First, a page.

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19 minutes ago, Destino said:

 

Does anyone really doubt that colleges slant heavily to the left?  You call it a theory and a conspiracy, which I find interesting because I've never met anyone that would actually argue the point.  Most just write it off as a starry eyed young period in peoples lives.  What's changed recently is that students are demanding more control in college and getting it.  So what was a liberal atmosphere for a long time has been getting more extreme.  Examples aren't exactly hard to come by. 

They do, I agree.  Graduates, however, don't necessarily. Post graduate tilts heavily towards Dem but 4 year degrees are pretty even.

 

gss1.jpg?w=640

Edited by KAOSkins
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6 minutes ago, Popeman38 said:

haven't. I think that has been changing drastically over the last 2 decades.

my graph was from 10 years ago.  More recent you're right.  It really is too big an issue for this thread.  

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18 minutes ago, KAOSkins said:

They do, I agree.  Graduates, however, don't.

Your ignoring that colleges don't just teach politically neutral things like engineering and accounting.  Colleges are teaching "whiteness", intersectionality, and feminism.  All of these things are considered to be very much liberal social thinking are they not?  What are the right wing equivalents commonly found on colleges campuses?  Can people take courses on the evils of identity politics and how they are used to silence opposition, commonly on college campuses throughout the US?   

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23 minutes ago, Destino said:

Your ignoring that colleges don't just teach politically neutral things like engineering and accounting.  Colleges are teaching "whiteness", intersectionality, and feminism.  All of these things are considered to be very much liberal social thinking are they not?  What are the right wing equivalents commonly found on colleges campuses?  Can people take courses on the evils of identity politics and how they are used to silence opposition, commonly on college campuses throughout the US?   

I can't speak for high dollar private liberal arts universities, and they should be able to teach what they want anyway, but my state my college didn't require I take any of those things you listed in order to graduate.  I took music appreciation, agricultural policy and anthropology as my "viewing a wider world" courses.  They offered courses similar to what describe but they weren't mandatory.  The ag course was pretty right wing.  That proff is still a pretty well known righty in the community.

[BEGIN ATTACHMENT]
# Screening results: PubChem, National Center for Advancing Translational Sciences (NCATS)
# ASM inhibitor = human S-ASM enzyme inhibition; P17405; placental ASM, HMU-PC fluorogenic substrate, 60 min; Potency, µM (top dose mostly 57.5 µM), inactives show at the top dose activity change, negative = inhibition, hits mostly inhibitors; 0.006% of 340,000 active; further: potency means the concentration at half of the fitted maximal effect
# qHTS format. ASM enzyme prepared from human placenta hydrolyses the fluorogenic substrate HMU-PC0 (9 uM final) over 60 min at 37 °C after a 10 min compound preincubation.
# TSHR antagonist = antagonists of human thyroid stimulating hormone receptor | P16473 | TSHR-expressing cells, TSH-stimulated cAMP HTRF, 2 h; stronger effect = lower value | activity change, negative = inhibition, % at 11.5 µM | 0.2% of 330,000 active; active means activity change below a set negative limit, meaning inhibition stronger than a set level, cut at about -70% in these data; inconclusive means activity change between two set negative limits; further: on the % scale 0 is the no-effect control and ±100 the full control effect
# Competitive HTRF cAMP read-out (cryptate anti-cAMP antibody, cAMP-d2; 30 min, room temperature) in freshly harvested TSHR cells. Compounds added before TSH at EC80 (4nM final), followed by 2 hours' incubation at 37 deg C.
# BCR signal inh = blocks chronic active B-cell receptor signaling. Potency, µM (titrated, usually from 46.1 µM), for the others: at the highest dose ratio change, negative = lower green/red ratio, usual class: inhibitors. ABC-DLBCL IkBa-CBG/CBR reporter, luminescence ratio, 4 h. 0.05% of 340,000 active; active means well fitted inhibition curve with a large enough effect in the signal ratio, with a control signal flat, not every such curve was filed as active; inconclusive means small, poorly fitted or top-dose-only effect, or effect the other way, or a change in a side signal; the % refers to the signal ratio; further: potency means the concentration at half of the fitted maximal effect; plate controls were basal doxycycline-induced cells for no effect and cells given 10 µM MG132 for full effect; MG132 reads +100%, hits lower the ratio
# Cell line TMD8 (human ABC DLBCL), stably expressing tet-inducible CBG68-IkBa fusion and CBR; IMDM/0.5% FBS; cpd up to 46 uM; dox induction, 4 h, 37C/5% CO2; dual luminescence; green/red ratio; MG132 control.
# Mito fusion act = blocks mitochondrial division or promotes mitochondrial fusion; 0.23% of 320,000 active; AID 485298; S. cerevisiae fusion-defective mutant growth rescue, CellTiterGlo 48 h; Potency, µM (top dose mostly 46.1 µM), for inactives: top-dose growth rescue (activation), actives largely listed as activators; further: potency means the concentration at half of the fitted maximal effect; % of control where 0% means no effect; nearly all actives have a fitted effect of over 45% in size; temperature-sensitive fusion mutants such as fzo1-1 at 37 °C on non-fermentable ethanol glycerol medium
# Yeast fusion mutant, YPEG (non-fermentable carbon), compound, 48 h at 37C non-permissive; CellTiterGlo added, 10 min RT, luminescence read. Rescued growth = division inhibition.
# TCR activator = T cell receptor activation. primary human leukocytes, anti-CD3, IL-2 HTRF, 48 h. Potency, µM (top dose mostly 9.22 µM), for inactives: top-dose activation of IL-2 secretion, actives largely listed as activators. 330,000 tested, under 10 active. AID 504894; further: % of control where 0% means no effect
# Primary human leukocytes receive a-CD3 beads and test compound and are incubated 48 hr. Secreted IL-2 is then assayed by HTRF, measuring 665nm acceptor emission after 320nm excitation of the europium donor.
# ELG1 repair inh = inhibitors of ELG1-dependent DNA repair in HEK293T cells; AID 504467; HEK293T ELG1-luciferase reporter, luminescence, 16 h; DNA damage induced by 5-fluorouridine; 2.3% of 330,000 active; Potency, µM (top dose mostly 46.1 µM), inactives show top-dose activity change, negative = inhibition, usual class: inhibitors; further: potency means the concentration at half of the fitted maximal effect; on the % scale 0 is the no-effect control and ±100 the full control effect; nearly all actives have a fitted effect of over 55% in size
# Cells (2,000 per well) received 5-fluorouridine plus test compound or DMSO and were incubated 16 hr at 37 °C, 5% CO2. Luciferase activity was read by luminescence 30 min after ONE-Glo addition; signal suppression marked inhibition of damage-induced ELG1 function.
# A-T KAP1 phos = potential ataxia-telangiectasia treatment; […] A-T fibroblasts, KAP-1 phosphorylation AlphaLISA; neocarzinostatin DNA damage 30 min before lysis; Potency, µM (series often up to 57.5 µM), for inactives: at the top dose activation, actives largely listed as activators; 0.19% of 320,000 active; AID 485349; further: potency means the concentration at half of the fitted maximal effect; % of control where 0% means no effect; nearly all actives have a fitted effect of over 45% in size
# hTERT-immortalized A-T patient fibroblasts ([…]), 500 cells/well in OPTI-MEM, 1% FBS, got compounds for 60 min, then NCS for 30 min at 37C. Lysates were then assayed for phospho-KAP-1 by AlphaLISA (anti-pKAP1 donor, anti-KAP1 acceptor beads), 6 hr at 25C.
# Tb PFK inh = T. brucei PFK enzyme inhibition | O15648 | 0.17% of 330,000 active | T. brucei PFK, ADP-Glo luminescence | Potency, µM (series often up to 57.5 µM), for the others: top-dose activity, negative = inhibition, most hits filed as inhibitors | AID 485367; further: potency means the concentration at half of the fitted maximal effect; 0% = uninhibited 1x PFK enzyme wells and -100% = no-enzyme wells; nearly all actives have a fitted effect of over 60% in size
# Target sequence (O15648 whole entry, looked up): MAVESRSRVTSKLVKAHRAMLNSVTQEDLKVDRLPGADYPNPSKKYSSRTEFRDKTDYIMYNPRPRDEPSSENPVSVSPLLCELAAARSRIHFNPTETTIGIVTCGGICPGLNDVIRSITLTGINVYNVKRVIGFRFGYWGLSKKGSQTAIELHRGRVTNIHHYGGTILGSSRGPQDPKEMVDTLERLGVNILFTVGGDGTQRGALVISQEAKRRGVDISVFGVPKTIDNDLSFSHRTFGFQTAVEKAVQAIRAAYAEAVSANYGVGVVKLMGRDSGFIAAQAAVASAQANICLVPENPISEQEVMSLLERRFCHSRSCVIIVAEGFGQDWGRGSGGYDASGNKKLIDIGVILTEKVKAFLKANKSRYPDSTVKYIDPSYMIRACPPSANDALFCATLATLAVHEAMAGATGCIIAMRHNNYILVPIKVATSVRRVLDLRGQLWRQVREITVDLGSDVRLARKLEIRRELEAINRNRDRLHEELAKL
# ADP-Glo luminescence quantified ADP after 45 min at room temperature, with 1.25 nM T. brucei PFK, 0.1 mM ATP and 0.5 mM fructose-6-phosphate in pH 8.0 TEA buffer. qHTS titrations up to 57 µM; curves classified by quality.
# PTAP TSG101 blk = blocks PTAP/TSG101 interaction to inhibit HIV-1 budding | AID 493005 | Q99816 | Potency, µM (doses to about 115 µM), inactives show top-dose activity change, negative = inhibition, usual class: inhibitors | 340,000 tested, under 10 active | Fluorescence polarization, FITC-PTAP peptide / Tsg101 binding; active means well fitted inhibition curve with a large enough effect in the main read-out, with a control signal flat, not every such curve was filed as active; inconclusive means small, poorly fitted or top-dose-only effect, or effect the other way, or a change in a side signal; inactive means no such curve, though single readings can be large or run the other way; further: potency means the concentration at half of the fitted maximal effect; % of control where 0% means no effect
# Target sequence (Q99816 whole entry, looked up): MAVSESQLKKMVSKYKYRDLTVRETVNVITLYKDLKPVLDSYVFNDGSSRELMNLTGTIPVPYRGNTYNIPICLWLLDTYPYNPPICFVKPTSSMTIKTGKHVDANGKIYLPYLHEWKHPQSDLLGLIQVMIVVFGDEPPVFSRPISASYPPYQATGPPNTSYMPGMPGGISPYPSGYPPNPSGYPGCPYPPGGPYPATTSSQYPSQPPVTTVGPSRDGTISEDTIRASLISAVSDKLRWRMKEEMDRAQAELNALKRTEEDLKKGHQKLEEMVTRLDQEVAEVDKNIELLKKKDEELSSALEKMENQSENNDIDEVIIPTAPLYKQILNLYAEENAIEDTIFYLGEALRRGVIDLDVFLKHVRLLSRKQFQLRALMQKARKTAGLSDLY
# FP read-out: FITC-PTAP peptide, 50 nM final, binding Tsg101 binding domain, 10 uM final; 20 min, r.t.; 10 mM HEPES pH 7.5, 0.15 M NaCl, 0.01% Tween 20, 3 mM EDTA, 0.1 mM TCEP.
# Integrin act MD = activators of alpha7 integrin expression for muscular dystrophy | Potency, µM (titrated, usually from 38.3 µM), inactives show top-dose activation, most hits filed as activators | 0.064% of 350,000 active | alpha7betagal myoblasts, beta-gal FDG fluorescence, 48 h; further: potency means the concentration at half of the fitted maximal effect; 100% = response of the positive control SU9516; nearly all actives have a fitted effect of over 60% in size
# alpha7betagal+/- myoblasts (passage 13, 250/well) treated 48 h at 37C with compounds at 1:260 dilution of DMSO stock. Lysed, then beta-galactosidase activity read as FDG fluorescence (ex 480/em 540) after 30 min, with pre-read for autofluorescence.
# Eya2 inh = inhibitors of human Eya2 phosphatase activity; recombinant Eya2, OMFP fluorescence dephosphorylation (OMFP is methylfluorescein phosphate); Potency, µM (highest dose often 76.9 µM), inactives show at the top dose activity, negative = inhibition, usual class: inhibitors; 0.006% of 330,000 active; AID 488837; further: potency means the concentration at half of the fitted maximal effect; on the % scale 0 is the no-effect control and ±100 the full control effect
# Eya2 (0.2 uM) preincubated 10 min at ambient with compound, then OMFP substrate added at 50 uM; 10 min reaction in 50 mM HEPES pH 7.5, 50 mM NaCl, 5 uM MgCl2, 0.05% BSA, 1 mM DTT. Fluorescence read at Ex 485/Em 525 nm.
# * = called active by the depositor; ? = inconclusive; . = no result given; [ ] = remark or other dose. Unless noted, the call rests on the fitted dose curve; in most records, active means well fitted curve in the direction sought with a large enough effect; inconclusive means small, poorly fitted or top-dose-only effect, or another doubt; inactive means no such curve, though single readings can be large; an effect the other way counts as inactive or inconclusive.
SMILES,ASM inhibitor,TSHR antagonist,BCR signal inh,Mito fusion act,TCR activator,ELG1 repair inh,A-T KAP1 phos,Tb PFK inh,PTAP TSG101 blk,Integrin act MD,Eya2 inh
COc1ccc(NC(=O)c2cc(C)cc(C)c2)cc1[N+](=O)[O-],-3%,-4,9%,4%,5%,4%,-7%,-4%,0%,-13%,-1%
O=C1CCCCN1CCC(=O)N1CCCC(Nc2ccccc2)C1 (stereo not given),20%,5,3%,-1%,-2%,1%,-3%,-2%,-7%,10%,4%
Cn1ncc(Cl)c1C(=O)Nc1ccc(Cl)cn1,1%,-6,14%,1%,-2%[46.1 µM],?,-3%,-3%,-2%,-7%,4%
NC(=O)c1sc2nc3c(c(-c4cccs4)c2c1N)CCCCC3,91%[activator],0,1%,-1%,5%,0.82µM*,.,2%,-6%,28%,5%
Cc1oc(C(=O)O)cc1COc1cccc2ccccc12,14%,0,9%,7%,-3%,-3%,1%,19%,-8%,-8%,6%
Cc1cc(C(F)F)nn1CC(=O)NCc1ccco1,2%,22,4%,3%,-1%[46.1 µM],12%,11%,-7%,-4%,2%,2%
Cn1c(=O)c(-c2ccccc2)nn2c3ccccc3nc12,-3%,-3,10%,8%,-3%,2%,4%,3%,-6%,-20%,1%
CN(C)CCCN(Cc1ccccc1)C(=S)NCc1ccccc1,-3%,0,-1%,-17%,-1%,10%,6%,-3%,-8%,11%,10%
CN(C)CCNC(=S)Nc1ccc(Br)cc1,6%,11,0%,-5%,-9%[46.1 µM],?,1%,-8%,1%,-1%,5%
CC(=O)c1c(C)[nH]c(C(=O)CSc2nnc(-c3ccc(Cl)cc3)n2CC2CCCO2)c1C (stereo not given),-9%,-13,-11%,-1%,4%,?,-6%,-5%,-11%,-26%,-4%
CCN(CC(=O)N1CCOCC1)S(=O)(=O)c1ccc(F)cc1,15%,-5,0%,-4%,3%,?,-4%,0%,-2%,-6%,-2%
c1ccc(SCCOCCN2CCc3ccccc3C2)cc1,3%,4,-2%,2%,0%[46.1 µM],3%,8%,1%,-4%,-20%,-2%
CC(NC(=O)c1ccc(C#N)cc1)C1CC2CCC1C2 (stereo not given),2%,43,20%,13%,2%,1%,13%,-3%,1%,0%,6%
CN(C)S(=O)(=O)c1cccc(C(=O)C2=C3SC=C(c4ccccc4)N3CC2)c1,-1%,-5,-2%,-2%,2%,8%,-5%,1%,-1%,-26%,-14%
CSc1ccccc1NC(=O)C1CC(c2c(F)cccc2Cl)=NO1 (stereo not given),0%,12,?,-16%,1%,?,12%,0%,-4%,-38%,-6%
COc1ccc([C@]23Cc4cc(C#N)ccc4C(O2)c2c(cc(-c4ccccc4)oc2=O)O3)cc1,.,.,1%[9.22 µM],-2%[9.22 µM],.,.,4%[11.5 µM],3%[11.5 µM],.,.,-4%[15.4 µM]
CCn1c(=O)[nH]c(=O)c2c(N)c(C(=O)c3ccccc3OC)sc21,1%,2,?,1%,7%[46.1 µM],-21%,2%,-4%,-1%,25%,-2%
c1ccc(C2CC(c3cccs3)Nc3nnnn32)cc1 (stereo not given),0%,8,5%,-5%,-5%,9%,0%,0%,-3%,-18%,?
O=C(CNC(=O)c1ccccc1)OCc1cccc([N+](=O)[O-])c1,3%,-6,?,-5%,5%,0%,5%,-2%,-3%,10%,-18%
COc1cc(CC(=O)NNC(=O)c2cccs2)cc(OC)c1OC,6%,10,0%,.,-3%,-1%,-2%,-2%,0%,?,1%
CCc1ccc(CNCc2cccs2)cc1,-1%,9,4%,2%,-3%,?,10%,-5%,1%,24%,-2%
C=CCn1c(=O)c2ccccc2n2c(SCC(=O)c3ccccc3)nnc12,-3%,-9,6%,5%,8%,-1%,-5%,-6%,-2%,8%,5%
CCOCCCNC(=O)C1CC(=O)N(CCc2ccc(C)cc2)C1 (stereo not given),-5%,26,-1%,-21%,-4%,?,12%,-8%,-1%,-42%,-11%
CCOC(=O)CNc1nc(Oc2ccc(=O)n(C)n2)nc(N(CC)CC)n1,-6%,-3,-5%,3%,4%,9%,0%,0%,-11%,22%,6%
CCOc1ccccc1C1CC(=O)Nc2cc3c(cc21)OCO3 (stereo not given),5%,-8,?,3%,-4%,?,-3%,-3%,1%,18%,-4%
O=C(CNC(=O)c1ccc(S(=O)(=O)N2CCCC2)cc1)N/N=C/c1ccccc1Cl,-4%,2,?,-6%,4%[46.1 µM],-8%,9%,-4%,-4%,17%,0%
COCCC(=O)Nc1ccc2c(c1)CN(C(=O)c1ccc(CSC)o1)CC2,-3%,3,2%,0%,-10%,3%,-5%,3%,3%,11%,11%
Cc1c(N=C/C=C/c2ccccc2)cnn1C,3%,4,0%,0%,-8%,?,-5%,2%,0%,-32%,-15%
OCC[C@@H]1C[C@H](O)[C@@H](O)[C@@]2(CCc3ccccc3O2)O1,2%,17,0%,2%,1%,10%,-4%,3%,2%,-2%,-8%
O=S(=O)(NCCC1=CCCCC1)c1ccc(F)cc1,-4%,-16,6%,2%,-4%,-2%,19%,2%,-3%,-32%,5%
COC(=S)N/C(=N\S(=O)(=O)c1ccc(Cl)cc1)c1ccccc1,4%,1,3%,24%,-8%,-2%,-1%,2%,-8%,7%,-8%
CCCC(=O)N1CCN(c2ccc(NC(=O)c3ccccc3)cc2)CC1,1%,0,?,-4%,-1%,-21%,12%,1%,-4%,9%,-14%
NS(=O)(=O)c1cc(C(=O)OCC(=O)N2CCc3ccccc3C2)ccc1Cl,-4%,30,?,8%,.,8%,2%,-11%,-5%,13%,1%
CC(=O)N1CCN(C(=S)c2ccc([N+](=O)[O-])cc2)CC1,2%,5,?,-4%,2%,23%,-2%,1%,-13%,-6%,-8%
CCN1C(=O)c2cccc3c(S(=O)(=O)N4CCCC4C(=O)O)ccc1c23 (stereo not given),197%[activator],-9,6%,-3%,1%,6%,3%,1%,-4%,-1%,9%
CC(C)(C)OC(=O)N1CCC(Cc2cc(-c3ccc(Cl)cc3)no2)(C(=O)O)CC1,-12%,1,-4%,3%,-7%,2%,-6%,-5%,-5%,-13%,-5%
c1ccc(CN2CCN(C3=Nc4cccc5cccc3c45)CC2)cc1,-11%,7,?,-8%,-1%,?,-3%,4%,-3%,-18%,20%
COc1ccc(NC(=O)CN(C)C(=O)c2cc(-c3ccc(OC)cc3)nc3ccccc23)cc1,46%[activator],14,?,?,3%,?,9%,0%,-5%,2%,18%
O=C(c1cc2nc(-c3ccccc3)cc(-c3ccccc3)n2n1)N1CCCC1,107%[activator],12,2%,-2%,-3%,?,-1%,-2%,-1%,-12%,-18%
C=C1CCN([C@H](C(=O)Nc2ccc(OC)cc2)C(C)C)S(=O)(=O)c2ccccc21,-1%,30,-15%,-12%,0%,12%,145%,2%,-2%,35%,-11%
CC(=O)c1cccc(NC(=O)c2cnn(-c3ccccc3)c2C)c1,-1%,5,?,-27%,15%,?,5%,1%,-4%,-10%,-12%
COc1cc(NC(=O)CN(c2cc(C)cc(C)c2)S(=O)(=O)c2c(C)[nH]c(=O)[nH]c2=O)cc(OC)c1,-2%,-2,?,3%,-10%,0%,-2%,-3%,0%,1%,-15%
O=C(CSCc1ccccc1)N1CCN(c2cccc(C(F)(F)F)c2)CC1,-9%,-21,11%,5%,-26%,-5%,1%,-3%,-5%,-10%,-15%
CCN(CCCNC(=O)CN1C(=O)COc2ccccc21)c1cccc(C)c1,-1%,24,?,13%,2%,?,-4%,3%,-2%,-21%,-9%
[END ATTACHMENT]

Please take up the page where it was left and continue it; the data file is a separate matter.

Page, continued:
Added: I wouldn't claim that my podunk state Ag college is representative of the entire industry.  It's clearly not.

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GMU grad here, their econ department tries really hard to turn everyone into an Ayn Rand follower, does that count?  Of course, you have to actually go into econ there to take those classes.

Mason Law though, they have a law and economics class you have to take, built into the 1st year law student curriculum, and that too leans towards the Rand-y side of things.

I think I came out alright though. :P

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1 minute ago, DogofWar1 said:

GMU grad here, their econ department tries really hard to turn everyone into an Ayn Rand follower, does that count?  Of course, you have to actually go into econ there to take those classes.

Mason Law though, they have a law and economics class you have to take, built into the 1st year law student curriculum, and that too leans towards the Rand-y side of things.

I think I came out alright though. :P

 

the ASSchool of law is ....conservative ???    

(the anton scalia school of law is ....conservative ???)    

 

say it ain't so, Joe....say it ain't so.......... 

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5 hours ago, mcsluggo said:

 

2)  you don't think that things have gotten any better for the african american community, even in the last 20 or 30 years?  

 

 

Maybe in a few ways, but not in some. Some that are really important.
 

http://yourblackworld.net/2013/03/02/the-black-family-is-worse-off-today-than-in-the-1960s-report-shows/

Quote

 

In 1950, 17 percent of African-American children lived in a home with their mother but not their father. By 2010 that had increased to 50 percent. In 1965, only eight percent of childbirths in the Black community occurred out-of-wedlock ( I've seen data also showing this number to be 25%, not 8% ). In 2010 that figure was 41 percent; and today, the out-of-wedlock childbirth in the Black community sits at an astonishing 72 percent. The number of African-American women married and living with their spouse was recorded as 53 percent in 1950. By 2010, it had dropped to 25 percent.